At present, several research institutes around the world, including many at which the authors of this article are based, are collecting tumor, blood, serum and faecal samples to investigate prognostic and predictive biomarkers and to better understand the complex immunobiology of patients and their cancers.Biomarker discovery is a fundamental objective in the design of many clinical trials.

The discovery and assessment of biomarkers using cutting edge technologies across different clinical studies is a fundamental step in maximizing data generation.

Collaborative efforts to combine clinical trial samples and data will empower data analysis and the significance of any biomarkers identified.

Therefore, the incorporation of correlative biomarker studies using state-of-the-art technologies within clinical trials in order to maximize data generation is required.

The challenge at this stage is that most completed or ongoing clinical trials have not sufficiently incorporated biomarker assessment into their design.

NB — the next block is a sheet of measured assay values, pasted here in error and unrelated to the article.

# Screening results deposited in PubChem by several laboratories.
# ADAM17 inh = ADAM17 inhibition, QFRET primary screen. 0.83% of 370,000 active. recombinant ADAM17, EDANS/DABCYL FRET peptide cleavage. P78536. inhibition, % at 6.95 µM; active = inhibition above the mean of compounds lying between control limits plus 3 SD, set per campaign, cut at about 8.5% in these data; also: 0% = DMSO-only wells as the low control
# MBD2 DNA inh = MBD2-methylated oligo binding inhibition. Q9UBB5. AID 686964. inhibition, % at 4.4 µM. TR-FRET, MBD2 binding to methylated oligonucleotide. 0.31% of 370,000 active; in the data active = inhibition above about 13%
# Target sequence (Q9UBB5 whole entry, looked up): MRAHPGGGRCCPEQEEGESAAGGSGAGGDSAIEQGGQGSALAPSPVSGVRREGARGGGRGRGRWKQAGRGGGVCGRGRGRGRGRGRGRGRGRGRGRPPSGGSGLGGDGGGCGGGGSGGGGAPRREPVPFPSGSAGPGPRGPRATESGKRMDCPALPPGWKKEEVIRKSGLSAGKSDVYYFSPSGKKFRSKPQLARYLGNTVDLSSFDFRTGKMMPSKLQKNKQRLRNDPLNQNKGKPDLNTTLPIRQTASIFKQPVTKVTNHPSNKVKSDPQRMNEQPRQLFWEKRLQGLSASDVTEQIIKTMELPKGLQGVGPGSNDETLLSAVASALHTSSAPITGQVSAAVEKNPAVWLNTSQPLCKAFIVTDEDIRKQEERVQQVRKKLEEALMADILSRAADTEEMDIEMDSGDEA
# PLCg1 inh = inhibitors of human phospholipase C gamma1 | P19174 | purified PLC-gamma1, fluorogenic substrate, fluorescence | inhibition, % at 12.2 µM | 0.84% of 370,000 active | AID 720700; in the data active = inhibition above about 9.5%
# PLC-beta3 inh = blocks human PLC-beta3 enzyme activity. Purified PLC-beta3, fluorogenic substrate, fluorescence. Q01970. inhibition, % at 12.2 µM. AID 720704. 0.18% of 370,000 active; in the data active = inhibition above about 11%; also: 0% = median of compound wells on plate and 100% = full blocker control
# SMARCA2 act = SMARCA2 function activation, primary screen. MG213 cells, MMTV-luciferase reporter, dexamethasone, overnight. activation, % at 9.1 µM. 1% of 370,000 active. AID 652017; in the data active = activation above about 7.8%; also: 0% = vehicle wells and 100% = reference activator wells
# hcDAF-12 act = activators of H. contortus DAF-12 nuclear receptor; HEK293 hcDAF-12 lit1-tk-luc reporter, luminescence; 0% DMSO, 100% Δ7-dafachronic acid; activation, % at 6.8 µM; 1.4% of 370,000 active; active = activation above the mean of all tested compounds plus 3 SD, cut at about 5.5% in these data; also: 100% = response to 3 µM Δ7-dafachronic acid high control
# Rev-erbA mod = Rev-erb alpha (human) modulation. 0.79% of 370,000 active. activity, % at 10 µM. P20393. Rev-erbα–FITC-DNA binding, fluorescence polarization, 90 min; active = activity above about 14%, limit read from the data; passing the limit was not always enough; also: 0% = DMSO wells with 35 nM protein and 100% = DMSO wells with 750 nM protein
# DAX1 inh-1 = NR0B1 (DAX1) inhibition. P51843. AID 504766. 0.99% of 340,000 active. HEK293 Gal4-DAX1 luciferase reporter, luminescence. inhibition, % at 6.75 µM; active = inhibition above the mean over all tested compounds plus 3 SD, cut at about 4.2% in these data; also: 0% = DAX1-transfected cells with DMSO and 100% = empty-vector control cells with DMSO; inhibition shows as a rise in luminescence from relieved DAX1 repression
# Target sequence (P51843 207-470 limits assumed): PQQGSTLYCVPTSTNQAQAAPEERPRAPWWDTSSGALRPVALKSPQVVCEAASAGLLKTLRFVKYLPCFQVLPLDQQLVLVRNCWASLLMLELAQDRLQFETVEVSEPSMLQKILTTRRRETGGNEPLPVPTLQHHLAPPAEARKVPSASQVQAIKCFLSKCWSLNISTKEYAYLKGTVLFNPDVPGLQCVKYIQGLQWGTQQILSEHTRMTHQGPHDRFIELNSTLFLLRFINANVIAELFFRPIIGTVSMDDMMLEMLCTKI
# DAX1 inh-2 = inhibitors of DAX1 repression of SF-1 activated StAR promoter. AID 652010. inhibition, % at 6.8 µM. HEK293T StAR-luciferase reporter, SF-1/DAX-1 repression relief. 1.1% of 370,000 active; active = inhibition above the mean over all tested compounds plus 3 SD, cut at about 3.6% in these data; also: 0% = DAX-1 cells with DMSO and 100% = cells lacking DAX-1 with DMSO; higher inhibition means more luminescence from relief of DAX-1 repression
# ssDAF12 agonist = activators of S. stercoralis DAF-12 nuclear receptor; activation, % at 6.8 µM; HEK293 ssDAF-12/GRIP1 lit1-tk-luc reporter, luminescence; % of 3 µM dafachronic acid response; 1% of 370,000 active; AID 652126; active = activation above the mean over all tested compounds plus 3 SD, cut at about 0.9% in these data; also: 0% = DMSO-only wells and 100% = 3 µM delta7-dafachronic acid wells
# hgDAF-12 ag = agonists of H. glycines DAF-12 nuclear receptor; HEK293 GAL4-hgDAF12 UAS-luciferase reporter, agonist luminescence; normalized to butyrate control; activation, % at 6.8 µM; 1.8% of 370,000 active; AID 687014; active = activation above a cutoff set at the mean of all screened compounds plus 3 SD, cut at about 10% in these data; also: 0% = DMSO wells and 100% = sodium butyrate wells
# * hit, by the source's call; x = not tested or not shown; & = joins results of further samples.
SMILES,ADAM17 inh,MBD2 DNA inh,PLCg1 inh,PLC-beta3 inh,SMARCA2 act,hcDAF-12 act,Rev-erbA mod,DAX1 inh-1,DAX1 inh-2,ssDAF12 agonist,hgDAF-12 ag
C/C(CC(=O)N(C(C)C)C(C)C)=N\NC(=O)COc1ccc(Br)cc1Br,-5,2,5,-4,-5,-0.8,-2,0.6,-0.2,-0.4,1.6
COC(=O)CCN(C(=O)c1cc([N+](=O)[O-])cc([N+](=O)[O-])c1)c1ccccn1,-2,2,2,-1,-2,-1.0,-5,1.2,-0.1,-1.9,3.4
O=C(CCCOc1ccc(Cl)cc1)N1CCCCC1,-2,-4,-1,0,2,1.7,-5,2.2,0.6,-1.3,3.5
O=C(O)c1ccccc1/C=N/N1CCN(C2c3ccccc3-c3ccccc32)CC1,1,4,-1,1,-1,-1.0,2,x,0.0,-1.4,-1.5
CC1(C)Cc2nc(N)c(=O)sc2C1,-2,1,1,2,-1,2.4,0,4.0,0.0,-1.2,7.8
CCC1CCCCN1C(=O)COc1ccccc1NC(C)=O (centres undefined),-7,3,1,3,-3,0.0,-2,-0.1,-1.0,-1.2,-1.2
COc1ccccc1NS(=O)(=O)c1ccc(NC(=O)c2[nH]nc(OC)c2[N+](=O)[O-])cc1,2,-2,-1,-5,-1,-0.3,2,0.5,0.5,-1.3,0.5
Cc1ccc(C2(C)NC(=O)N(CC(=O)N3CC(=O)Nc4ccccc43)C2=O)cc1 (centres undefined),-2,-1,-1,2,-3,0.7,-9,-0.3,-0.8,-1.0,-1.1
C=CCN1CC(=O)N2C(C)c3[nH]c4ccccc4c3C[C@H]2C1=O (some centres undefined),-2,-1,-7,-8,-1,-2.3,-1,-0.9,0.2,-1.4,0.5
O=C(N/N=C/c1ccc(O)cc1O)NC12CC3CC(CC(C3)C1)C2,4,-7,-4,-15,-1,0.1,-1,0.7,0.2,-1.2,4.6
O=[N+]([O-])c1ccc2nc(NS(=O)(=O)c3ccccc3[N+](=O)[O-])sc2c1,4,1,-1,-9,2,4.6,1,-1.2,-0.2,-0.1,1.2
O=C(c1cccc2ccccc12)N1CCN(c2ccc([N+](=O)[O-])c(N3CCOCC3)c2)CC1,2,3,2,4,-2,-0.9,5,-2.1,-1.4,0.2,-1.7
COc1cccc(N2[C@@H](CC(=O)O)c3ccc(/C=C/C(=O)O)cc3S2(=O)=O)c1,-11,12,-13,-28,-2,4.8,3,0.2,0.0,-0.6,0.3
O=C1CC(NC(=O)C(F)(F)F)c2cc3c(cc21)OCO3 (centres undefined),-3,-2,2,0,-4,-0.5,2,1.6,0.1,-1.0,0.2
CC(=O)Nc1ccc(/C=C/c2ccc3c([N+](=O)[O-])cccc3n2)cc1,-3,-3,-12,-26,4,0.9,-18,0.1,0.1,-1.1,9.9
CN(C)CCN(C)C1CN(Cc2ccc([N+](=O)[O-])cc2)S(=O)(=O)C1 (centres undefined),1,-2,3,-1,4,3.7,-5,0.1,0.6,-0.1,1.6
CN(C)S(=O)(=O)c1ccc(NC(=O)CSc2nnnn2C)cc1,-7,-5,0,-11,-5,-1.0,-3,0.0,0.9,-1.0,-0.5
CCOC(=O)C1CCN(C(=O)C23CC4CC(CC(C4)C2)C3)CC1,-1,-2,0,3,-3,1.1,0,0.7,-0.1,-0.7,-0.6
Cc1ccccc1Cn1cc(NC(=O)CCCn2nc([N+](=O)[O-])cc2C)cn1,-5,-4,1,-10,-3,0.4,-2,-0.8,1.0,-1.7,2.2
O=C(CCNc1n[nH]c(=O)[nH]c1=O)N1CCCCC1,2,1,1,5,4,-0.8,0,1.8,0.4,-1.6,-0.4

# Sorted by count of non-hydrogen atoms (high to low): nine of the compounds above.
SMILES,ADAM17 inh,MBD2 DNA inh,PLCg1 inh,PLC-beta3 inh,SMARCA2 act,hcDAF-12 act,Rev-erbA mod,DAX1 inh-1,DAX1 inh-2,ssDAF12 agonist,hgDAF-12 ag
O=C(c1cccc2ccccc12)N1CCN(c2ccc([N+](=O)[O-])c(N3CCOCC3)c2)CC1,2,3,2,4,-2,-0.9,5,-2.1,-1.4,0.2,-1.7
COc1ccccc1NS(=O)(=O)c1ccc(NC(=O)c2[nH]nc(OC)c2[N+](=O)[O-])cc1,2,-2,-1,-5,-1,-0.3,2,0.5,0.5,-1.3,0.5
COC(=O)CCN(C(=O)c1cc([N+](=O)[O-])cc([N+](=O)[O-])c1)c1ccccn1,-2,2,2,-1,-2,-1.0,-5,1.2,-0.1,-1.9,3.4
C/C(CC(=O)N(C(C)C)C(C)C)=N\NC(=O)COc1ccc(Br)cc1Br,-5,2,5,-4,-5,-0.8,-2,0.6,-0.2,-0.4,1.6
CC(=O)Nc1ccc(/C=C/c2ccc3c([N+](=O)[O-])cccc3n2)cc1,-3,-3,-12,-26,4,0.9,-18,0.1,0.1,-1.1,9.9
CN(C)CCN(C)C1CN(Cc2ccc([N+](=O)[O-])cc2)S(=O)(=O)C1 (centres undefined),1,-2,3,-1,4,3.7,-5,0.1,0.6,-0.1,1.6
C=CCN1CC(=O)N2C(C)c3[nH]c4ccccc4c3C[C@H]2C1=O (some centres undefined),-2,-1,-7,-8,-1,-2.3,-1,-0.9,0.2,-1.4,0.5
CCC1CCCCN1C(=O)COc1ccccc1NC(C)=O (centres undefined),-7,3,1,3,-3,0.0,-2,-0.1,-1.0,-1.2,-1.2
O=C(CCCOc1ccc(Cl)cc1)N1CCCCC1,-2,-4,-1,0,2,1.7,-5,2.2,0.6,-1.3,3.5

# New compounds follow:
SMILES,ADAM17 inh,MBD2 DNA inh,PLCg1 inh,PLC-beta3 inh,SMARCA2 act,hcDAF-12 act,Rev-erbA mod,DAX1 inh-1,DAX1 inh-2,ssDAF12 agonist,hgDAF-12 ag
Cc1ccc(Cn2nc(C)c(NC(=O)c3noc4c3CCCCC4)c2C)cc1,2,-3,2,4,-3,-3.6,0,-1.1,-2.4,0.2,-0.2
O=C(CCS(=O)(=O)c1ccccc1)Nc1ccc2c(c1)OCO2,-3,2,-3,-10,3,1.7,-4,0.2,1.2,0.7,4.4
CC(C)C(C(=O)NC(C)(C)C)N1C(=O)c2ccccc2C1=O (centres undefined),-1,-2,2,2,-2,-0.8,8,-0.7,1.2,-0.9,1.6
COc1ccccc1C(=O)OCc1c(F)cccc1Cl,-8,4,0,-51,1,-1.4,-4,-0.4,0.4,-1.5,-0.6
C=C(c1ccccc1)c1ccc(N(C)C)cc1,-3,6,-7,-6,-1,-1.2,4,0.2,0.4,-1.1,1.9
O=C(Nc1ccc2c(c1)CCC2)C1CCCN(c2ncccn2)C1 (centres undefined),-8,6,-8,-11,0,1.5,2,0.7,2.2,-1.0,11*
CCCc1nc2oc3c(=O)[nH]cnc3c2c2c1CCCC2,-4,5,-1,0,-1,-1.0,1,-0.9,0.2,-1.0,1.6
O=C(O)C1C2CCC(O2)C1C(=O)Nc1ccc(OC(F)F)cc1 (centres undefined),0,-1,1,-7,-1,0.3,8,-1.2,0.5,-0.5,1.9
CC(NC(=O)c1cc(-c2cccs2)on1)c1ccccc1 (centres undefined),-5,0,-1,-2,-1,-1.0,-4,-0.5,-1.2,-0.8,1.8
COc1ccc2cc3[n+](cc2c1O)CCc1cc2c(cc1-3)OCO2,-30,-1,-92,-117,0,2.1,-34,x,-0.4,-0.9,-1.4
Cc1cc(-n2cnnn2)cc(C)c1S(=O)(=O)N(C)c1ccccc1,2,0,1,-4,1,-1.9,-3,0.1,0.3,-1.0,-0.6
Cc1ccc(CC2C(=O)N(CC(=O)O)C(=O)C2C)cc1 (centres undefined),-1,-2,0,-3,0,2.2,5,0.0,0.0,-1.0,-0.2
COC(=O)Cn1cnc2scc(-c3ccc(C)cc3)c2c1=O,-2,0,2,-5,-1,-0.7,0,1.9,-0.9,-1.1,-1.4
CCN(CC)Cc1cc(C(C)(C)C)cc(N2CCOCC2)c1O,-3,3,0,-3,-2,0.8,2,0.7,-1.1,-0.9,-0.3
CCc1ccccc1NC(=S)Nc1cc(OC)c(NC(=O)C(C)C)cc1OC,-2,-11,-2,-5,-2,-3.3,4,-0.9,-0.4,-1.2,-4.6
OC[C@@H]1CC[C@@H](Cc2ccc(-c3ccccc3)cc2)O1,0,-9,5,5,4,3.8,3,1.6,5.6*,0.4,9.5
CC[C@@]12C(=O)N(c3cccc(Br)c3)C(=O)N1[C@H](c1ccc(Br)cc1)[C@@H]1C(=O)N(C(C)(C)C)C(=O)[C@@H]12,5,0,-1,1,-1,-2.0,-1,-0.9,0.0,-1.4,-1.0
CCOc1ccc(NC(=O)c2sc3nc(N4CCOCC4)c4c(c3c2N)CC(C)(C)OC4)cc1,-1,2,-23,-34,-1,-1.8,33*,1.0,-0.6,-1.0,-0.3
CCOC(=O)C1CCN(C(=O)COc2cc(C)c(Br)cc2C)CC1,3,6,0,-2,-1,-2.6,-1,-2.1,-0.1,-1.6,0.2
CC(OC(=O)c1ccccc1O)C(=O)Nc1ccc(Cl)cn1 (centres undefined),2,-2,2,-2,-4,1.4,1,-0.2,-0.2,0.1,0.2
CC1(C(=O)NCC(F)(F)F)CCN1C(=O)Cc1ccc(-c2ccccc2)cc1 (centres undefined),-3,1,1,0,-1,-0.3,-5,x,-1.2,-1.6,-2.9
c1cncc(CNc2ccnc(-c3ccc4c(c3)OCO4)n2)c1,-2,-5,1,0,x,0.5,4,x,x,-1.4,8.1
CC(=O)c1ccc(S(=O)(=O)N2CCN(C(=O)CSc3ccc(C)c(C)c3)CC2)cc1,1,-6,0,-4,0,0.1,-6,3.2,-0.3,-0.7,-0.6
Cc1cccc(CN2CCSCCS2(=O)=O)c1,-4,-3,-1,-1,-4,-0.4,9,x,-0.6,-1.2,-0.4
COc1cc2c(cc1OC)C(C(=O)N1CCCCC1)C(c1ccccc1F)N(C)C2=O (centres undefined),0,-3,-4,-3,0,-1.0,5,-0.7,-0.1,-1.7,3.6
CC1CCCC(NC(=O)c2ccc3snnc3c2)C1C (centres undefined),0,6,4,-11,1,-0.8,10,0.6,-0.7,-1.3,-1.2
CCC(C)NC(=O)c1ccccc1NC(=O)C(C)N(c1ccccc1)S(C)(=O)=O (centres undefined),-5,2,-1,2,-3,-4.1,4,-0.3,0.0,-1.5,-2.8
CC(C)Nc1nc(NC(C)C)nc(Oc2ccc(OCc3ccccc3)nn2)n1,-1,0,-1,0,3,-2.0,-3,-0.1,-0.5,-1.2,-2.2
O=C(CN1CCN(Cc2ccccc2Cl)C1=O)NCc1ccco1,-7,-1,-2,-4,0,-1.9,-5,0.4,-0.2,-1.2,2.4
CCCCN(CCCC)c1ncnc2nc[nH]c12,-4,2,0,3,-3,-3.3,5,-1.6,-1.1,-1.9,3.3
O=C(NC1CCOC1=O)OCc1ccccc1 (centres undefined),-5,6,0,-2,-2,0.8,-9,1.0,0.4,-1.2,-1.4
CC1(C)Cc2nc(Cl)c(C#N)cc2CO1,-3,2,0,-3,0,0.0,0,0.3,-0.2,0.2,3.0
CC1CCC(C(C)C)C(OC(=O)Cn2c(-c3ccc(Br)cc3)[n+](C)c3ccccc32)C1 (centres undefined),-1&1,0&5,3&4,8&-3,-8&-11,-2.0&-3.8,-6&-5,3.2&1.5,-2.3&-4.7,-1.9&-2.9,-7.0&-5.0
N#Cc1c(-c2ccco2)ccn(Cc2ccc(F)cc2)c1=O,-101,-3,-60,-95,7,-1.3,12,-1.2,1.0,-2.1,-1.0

The feasibility, logistics, and various stakeholder interests in such a network are also considered.

A high standard of sample collection and storage as well as the exchange of samples and knowledge through collaboration is proposed, and we envisage how this could move forward with banked samples from completed studies as well as with the prospective planning of ongoing and future clinical trials.This white paper proposes the creation of a network to facilitate the sharing and coordinating of samples from clinical trials to enable more in-depth analyses of correlative biomarkers than is currently possible and to assess the feasibilities, logistics, and collated interests.We propose a high standard of sample collection and storage as well as exchange of samples and knowledge through collaboration, and envisage how this could move forward using banked samples from completed studies together with prospective planning for ongoing and future clinical trials.Despite success in a variety of malignancies, responses typically only occur in a small percentage of patients for any given histology or treatment regimen.There are also concerns that immunotherapies are associated with immune-related toxicity as well as high costs.Immunotherapies have emerged as one of the most promising approaches to treat patients with cancer.